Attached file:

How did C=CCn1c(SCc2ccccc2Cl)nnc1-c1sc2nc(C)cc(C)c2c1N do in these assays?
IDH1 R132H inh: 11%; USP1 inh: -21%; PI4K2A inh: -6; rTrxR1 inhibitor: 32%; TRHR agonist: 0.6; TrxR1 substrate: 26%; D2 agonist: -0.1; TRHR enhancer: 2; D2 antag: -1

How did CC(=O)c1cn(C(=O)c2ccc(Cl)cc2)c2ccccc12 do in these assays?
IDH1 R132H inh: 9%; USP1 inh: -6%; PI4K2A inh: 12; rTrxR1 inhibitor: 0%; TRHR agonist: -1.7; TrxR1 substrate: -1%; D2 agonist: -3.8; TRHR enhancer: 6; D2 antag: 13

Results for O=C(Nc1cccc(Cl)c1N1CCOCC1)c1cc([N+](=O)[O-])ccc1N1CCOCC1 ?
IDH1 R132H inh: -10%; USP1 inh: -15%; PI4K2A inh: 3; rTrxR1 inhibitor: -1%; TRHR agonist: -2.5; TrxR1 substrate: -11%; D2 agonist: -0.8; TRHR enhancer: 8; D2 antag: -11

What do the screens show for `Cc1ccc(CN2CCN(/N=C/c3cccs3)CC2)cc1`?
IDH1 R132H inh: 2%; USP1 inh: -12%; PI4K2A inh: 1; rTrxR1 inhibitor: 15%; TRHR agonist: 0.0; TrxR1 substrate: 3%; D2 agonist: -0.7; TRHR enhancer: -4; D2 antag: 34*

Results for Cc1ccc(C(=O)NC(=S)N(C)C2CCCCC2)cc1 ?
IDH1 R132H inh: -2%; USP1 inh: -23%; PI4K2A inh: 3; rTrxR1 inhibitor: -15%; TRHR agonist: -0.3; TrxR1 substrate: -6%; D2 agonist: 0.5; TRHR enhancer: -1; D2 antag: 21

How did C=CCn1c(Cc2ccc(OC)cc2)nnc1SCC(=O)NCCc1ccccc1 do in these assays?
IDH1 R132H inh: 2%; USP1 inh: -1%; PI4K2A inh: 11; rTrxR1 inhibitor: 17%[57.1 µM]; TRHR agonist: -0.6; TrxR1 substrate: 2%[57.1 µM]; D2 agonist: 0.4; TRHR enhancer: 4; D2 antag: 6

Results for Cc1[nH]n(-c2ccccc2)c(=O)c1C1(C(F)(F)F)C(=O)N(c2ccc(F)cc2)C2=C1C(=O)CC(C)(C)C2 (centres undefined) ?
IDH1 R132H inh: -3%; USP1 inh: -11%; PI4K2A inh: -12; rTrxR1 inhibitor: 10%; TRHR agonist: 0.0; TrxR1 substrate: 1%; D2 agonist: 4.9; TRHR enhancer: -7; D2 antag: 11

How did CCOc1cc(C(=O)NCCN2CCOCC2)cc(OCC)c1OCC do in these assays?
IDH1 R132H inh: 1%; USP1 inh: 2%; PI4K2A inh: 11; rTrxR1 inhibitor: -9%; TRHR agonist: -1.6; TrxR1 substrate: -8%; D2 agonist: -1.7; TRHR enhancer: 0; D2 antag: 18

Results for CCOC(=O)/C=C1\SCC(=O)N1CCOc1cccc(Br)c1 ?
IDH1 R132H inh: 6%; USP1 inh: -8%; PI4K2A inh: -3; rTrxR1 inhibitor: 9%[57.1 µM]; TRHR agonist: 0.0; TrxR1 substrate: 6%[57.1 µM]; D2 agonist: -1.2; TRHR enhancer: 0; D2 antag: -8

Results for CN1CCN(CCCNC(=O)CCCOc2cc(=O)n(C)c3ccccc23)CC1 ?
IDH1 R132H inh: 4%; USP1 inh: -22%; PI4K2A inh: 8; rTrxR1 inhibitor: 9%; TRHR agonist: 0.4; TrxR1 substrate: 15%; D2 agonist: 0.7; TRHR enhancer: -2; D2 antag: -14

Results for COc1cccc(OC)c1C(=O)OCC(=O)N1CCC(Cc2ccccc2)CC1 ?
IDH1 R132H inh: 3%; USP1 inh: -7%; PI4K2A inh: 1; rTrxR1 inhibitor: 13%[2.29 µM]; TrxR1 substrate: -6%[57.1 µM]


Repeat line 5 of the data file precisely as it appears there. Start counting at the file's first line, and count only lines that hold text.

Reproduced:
Results for O=C(Nc1cccc(Cl)c1N1CCOCC1)c1cc([N+](=O)[O-])ccc1N1CCOCC1 ?